11. Kristina May 16, 2018 at 6:14 pm - Reply

    I find log lines very hard to write. I can take me weeks to get it right, and even then I always think I can do better. Thanks for a great post today.

    • Erika Timar May 16, 2018 at 6:38 pm - Reply

      I am there with you Kristina. I always think there is some way to tweak it and make it better, which is why I create deadlines like the conference for myself. My husbands constantly talks about the shift from perfecting a game to shipping a game as the release deadline hits. Sometimes you have to let some flaws through and just ship it.

  12. Victoria Marie Lees May 16, 2018 at 6:34 pm - Reply

    Excellent post as always, Erika. Thank you so much for sharing your knowledge with your fellow writers. I’m bookmarking this post. If I’m lucky, I’ll need it someday. I’ve shared it online as well.

    • Erika Timar May 16, 2018 at 7:30 pm - Reply

      As diligent a person as you are I am sure you will need it. Thanks for sharing it. I really appreciate all you do Victoria.

  13. Erika Beebe May 16, 2018 at 7:02 pm - Reply

    Lovely post Erika! I love your examples the most! And I memorize memorize memorize. If I don’t, I’m surely to jumble it up in my nervous recap 🙂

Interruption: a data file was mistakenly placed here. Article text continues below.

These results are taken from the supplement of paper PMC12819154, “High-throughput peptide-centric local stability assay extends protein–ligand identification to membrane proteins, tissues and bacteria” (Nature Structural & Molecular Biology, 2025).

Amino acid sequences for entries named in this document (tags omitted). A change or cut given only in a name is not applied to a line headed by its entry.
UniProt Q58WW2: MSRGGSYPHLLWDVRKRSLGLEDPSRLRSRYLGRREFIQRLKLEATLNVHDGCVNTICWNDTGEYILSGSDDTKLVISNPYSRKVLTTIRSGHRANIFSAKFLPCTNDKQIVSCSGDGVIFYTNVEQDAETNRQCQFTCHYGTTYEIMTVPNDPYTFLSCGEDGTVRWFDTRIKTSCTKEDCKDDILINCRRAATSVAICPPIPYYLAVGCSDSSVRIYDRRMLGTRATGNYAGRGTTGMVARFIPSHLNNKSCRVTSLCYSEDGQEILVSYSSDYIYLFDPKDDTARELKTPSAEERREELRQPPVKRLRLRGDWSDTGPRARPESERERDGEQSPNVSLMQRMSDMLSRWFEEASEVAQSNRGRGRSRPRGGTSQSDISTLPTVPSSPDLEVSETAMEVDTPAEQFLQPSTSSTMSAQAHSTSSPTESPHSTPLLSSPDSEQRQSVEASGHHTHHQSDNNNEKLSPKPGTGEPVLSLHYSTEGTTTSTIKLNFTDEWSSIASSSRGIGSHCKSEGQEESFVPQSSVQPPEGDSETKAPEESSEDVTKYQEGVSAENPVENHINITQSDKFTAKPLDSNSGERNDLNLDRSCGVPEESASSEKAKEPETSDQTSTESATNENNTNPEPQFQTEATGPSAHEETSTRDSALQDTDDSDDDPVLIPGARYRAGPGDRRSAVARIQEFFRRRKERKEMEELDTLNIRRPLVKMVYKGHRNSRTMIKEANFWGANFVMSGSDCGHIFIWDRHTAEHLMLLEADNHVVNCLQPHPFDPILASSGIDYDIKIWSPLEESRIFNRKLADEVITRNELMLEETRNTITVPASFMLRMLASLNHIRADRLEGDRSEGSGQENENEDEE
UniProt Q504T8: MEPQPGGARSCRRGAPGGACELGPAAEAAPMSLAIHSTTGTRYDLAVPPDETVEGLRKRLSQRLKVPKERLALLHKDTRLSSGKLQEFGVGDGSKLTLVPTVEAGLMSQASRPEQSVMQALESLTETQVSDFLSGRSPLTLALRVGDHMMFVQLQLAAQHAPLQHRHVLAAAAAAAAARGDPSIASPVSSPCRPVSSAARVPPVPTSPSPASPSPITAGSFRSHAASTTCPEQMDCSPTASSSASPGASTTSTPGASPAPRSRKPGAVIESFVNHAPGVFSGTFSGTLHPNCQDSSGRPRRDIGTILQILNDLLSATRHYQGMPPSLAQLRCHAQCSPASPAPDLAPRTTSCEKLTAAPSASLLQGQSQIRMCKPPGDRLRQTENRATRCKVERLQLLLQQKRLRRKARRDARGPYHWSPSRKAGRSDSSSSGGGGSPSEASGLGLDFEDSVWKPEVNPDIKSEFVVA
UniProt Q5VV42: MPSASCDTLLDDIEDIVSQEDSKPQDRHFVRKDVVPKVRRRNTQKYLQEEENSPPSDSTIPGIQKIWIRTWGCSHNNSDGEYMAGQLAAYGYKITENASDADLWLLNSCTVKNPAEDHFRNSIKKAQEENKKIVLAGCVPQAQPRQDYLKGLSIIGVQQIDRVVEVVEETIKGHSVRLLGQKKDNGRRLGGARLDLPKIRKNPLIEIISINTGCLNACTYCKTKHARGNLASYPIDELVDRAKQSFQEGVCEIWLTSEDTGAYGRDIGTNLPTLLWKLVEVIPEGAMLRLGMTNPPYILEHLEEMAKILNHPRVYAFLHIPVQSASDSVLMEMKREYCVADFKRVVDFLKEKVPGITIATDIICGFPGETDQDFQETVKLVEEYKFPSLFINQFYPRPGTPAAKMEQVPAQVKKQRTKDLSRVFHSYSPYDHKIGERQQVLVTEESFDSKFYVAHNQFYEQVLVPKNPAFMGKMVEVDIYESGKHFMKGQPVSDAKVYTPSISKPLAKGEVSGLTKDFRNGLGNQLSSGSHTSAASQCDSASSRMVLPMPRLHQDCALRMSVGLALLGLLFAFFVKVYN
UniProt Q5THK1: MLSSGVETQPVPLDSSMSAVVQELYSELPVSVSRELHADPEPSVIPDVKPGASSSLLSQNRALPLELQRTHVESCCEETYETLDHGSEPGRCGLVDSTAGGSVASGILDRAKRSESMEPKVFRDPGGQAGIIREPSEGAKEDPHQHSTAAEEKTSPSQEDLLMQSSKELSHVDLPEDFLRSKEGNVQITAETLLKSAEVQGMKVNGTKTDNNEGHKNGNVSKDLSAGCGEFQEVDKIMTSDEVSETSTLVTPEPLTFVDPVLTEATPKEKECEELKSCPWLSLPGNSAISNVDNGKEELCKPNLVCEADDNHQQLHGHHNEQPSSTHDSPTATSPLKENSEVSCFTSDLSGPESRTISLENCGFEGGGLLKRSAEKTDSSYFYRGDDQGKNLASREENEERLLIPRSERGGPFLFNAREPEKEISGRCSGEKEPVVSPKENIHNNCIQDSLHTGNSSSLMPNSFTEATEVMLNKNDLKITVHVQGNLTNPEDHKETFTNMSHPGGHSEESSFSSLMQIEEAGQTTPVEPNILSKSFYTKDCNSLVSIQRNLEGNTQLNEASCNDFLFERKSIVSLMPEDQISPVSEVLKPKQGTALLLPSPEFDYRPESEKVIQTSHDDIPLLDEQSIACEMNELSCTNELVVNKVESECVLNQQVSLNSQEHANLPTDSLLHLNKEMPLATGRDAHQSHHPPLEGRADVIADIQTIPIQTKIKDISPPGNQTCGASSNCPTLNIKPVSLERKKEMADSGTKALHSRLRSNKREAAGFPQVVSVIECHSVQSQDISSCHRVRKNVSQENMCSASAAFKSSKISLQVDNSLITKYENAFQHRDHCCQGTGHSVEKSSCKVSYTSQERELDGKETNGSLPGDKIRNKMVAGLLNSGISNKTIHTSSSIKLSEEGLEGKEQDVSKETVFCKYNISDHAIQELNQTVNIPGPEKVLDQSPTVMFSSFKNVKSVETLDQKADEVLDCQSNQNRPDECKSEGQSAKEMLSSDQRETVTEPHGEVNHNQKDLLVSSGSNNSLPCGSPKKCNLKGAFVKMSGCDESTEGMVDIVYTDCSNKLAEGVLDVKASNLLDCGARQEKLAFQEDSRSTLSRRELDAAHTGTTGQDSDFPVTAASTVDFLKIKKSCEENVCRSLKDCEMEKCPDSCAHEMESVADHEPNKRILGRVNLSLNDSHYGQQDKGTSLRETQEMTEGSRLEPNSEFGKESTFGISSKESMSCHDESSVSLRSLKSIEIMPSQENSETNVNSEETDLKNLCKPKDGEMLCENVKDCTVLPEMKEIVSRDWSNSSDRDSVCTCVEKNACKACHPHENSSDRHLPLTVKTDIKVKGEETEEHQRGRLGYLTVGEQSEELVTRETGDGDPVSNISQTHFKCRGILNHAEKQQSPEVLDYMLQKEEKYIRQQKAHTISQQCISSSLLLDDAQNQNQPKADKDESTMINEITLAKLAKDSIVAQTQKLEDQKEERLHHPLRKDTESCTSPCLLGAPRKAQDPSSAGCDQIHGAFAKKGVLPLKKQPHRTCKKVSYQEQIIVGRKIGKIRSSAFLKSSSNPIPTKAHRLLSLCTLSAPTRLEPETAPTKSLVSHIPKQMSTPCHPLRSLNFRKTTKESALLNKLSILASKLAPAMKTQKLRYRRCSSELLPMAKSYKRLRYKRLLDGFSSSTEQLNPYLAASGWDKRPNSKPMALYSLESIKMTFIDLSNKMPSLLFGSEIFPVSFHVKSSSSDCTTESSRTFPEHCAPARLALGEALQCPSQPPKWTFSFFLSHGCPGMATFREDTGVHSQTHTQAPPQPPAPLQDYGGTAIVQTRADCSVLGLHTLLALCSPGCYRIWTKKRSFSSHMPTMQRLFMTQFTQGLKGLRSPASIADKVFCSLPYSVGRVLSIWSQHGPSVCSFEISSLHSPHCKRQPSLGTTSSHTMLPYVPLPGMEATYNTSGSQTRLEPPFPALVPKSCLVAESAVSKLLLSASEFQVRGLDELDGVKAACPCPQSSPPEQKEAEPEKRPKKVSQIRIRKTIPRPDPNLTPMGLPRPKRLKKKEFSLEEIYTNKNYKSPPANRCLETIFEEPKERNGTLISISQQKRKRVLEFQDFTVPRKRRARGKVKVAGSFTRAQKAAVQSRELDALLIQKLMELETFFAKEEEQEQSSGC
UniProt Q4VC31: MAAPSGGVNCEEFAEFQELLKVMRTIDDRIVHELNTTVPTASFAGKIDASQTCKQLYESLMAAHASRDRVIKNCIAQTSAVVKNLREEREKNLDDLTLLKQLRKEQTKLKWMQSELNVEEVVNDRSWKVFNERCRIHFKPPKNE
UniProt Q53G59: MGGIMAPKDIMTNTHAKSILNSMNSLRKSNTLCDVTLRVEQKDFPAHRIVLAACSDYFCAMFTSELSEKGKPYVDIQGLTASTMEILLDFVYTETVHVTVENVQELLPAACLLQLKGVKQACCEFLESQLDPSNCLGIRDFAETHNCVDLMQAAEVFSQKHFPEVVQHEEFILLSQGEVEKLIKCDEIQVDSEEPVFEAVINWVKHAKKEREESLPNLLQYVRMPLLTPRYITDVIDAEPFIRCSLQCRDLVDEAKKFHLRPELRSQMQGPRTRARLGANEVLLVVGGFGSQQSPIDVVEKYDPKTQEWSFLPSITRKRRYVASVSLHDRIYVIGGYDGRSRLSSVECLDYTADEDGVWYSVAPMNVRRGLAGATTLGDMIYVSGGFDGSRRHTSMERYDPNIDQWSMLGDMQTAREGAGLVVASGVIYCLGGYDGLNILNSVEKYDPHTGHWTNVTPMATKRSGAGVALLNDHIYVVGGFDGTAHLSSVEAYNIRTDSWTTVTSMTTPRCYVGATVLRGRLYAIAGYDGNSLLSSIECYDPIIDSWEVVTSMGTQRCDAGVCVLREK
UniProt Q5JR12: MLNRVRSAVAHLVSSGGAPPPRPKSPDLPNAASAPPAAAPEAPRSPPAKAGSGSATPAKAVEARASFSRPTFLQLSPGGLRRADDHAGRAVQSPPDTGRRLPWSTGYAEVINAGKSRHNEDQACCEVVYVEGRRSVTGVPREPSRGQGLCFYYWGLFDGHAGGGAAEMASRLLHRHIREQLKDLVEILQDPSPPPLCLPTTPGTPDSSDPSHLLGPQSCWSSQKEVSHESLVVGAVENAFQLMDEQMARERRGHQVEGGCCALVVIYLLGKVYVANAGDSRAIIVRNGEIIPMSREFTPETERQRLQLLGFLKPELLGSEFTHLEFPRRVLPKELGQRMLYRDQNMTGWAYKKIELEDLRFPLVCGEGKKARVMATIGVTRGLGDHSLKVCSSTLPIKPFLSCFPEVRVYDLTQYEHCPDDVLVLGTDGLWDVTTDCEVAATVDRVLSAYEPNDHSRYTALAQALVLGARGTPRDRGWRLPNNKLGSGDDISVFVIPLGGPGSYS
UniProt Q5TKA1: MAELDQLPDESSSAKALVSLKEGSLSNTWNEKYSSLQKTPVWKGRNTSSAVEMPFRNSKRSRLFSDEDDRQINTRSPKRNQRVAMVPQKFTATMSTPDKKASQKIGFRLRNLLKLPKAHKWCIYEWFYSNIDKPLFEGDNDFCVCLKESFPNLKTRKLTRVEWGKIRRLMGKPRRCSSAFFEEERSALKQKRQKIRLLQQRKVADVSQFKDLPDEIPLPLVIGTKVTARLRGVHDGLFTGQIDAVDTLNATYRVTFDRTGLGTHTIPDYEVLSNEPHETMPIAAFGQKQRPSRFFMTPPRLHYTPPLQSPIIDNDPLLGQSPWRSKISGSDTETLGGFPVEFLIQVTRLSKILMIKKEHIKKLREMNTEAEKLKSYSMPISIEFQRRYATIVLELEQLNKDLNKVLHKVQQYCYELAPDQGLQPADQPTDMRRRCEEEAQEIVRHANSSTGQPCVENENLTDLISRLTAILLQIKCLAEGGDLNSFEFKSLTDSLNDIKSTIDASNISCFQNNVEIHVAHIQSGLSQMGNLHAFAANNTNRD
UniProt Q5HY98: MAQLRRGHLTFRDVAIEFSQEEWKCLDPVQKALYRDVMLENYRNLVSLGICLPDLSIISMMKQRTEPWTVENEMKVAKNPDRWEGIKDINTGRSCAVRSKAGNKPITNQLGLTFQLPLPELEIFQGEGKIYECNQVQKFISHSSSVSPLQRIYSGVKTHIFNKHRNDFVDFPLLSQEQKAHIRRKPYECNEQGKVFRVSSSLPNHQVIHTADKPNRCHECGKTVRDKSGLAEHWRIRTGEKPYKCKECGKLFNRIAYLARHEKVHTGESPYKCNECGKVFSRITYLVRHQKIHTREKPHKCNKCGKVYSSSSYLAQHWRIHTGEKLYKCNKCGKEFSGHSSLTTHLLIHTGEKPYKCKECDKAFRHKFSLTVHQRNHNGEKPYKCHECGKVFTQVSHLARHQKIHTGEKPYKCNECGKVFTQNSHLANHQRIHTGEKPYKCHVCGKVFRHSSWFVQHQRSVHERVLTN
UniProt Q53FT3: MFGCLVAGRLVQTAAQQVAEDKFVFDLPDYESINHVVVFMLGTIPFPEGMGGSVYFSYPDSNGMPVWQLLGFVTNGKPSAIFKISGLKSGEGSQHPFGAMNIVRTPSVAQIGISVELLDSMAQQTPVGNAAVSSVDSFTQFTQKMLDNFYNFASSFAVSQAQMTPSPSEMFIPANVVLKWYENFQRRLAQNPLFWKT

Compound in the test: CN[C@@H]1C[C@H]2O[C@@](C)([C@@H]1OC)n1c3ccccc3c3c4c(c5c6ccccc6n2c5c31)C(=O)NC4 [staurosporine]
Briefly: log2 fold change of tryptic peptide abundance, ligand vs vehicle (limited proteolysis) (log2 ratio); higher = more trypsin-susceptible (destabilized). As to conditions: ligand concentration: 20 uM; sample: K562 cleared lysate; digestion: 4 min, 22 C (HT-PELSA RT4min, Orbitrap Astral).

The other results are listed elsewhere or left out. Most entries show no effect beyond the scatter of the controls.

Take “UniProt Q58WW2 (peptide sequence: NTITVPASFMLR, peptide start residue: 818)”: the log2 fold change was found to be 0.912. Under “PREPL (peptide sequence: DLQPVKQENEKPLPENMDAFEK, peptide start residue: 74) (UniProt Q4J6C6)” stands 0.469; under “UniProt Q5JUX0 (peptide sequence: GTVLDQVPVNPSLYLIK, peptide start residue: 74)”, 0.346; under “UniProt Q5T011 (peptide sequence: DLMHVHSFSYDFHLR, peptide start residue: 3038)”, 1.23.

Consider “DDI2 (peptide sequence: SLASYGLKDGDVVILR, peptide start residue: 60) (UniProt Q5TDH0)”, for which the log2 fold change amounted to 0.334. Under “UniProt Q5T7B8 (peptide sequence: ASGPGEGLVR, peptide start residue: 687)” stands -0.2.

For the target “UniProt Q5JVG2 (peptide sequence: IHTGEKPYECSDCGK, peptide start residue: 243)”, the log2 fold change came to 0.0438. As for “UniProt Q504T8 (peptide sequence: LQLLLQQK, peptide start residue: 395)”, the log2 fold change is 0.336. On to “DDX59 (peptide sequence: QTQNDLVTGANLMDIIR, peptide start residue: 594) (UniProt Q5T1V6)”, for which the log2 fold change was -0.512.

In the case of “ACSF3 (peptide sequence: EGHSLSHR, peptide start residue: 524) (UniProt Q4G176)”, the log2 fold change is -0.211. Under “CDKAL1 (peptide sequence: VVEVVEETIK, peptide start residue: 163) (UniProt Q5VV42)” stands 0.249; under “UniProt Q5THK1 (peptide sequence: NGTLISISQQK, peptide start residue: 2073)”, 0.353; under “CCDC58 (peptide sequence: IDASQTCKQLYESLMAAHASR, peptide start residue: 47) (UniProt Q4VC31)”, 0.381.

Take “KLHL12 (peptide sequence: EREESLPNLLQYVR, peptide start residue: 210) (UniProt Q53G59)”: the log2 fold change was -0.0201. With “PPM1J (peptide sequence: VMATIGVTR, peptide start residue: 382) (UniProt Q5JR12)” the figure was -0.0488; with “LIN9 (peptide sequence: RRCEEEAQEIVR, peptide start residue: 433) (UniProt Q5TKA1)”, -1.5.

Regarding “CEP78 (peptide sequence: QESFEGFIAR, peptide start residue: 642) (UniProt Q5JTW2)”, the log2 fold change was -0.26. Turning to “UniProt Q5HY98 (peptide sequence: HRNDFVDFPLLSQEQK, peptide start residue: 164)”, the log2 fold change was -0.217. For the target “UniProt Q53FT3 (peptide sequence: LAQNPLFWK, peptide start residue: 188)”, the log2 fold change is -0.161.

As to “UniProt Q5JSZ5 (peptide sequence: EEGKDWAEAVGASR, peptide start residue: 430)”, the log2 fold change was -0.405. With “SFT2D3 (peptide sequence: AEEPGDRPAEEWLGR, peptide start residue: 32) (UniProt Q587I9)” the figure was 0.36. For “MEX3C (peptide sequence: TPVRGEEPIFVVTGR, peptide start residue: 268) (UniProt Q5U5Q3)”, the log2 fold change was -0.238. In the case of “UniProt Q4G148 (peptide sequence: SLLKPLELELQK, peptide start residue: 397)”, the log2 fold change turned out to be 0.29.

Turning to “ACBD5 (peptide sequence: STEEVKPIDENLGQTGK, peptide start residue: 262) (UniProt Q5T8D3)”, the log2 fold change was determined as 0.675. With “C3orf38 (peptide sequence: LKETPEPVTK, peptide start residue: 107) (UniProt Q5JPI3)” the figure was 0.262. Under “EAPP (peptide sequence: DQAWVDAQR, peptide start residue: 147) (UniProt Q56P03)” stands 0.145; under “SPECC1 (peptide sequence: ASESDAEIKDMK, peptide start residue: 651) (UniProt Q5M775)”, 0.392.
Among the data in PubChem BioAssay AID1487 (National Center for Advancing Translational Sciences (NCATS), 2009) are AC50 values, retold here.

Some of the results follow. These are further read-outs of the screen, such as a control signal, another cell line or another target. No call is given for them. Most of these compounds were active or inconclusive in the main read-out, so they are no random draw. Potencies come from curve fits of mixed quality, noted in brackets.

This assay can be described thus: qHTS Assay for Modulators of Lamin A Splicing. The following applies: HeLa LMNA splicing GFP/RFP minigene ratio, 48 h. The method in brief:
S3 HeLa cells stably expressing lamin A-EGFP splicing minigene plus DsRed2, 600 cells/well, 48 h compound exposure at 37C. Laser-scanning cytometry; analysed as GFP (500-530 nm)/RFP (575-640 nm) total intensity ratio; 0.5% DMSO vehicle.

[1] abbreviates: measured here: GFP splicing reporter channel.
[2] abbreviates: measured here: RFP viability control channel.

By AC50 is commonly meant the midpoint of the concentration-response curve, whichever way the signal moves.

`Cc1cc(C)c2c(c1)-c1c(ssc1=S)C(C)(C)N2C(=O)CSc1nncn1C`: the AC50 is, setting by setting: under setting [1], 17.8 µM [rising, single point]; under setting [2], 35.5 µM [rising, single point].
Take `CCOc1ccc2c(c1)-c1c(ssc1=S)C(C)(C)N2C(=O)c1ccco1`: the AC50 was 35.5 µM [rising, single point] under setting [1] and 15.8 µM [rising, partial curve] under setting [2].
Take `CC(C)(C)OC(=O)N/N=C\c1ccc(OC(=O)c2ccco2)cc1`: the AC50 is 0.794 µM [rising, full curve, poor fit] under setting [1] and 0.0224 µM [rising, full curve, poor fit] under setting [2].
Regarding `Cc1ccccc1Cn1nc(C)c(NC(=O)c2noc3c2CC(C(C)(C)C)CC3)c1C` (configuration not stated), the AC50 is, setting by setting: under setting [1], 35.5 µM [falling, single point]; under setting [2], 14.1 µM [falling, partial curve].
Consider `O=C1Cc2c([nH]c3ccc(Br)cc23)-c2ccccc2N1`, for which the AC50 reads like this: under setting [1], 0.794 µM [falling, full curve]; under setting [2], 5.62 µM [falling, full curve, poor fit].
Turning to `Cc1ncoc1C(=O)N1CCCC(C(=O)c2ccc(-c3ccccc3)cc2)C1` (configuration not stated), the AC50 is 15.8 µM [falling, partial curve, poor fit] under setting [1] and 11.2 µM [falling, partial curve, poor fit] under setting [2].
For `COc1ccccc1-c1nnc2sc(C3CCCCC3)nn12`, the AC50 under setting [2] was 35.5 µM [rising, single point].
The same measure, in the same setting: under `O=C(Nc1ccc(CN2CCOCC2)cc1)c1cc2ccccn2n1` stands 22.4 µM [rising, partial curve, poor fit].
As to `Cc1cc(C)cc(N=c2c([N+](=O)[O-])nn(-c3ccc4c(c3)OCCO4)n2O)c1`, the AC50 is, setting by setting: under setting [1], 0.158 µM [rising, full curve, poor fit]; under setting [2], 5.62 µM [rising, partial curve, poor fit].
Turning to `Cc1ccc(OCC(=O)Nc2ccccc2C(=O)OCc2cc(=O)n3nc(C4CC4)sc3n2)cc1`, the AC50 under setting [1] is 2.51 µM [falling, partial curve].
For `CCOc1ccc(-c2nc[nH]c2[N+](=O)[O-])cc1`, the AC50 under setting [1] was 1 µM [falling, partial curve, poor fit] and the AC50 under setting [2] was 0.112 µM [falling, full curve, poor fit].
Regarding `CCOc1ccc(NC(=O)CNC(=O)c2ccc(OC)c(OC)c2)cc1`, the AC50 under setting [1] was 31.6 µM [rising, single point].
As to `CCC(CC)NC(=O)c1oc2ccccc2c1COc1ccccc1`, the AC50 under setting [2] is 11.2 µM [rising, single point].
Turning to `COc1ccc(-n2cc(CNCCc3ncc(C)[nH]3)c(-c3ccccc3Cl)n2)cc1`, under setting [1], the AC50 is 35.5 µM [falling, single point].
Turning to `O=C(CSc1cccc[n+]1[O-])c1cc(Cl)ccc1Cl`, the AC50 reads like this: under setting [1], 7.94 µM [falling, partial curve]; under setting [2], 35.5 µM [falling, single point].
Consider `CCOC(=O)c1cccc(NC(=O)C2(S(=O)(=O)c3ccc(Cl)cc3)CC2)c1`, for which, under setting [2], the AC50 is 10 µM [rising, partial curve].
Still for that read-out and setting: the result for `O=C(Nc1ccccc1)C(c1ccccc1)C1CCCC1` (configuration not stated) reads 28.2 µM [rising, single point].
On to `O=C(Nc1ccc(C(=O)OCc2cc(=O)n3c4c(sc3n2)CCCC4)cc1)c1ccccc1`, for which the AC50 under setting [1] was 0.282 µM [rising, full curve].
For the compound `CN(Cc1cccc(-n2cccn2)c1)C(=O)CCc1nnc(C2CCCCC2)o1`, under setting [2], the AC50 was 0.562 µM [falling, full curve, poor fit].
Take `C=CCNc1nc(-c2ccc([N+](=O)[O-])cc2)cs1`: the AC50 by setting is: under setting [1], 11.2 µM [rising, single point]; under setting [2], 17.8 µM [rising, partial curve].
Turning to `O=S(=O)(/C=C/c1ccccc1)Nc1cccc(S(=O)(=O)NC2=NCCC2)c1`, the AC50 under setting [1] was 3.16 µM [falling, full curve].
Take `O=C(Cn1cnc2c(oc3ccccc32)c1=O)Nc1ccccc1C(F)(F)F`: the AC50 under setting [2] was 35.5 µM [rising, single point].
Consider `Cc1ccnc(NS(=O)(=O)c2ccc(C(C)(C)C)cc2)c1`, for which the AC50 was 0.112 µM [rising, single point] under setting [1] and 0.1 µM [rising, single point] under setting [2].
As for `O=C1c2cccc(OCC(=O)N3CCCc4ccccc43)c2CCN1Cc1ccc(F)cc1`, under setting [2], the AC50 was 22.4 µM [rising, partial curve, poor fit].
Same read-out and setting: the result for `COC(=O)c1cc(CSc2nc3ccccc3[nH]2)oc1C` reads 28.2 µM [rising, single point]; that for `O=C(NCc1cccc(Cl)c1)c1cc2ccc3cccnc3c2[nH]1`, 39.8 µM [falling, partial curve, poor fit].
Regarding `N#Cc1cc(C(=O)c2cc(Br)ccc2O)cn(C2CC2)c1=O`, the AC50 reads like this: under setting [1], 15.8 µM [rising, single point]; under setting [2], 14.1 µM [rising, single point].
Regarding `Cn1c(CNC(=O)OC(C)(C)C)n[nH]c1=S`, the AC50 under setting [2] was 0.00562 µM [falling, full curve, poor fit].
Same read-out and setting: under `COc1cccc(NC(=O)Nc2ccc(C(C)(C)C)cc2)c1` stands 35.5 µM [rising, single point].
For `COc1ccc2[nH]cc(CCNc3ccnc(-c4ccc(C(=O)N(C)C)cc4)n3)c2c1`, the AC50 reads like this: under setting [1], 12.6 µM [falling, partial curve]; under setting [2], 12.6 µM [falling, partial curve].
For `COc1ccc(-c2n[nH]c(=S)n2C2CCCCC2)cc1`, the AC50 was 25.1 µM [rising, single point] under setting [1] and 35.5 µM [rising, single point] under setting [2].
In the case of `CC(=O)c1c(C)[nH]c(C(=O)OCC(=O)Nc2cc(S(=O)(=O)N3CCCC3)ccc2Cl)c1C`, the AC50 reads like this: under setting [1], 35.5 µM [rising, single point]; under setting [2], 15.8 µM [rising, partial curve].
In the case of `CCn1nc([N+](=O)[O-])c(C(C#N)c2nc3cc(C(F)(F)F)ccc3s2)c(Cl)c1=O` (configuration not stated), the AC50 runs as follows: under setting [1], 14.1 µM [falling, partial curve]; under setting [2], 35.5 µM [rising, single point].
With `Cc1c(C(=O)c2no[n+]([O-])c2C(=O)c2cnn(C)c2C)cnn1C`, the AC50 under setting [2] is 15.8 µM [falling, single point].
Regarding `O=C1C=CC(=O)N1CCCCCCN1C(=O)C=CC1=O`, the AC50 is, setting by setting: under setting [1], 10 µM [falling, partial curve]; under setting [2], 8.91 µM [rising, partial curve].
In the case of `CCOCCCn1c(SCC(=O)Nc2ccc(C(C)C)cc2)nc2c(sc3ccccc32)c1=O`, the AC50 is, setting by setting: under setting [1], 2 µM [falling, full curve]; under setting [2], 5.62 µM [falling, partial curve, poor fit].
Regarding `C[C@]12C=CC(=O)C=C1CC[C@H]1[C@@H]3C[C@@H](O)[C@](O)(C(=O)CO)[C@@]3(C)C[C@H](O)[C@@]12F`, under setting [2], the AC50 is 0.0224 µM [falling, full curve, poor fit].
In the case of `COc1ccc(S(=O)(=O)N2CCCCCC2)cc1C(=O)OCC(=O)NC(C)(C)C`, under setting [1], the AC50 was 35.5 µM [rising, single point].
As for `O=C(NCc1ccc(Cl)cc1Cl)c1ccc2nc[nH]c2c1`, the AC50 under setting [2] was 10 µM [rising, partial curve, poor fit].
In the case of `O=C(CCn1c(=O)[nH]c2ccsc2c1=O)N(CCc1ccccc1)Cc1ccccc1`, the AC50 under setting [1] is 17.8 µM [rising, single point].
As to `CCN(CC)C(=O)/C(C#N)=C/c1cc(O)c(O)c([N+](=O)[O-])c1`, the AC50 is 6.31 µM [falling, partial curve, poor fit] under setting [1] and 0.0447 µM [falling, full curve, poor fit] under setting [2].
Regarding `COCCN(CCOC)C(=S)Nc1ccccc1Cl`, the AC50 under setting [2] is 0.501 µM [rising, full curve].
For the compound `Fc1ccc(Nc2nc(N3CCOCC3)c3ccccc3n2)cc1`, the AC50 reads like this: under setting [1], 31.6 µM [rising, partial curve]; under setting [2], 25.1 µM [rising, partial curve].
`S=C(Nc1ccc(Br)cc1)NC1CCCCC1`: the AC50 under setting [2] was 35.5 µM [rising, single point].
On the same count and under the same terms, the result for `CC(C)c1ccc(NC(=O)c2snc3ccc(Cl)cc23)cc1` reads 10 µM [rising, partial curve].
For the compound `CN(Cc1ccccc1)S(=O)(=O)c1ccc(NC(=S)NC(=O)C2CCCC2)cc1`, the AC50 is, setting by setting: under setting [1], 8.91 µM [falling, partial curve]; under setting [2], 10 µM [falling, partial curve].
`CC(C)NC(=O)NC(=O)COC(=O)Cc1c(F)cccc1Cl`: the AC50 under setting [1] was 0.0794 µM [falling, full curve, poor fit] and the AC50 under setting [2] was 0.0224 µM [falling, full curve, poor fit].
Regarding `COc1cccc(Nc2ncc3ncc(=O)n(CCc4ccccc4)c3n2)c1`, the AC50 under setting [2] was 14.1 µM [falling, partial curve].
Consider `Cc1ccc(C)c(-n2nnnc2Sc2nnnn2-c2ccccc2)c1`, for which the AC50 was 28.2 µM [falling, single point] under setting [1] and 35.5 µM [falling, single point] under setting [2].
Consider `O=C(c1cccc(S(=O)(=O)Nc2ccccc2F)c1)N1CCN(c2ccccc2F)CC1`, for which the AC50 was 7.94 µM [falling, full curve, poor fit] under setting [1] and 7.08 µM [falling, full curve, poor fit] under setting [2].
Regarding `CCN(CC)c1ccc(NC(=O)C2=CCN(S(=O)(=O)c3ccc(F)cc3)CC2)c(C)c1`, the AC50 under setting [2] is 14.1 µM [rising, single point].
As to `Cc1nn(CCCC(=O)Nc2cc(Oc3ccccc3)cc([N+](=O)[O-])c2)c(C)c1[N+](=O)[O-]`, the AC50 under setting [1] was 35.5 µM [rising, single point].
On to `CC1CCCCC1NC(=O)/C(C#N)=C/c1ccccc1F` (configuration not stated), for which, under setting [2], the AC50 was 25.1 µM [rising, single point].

• Erika Timar May 16, 2018 at 7:29 pm - Reply

      I have to be careful about memorizing too much and becoming a robot or too fixed on my “script” and not able to adapt in the moment. It makes the preparation that much more nerve-wracking for me.

  14. Guilie Castillo May 19, 2018 at 6:50 pm - Reply

    This is an excellent, excellent post, Erika! I’ve bookmarked it and I suspect I’ll be using it often (and recommending it to anyone looking for pitching guidelines).

    Thanks so much for the visit over at Michelle’s IWSG post for my bit on nonfiction; glad you enjoyed it!

  15. Hoda May 22, 2018 at 2:29 pm - Reply

    These are excellent tips! Thanks so much for sharing 🙂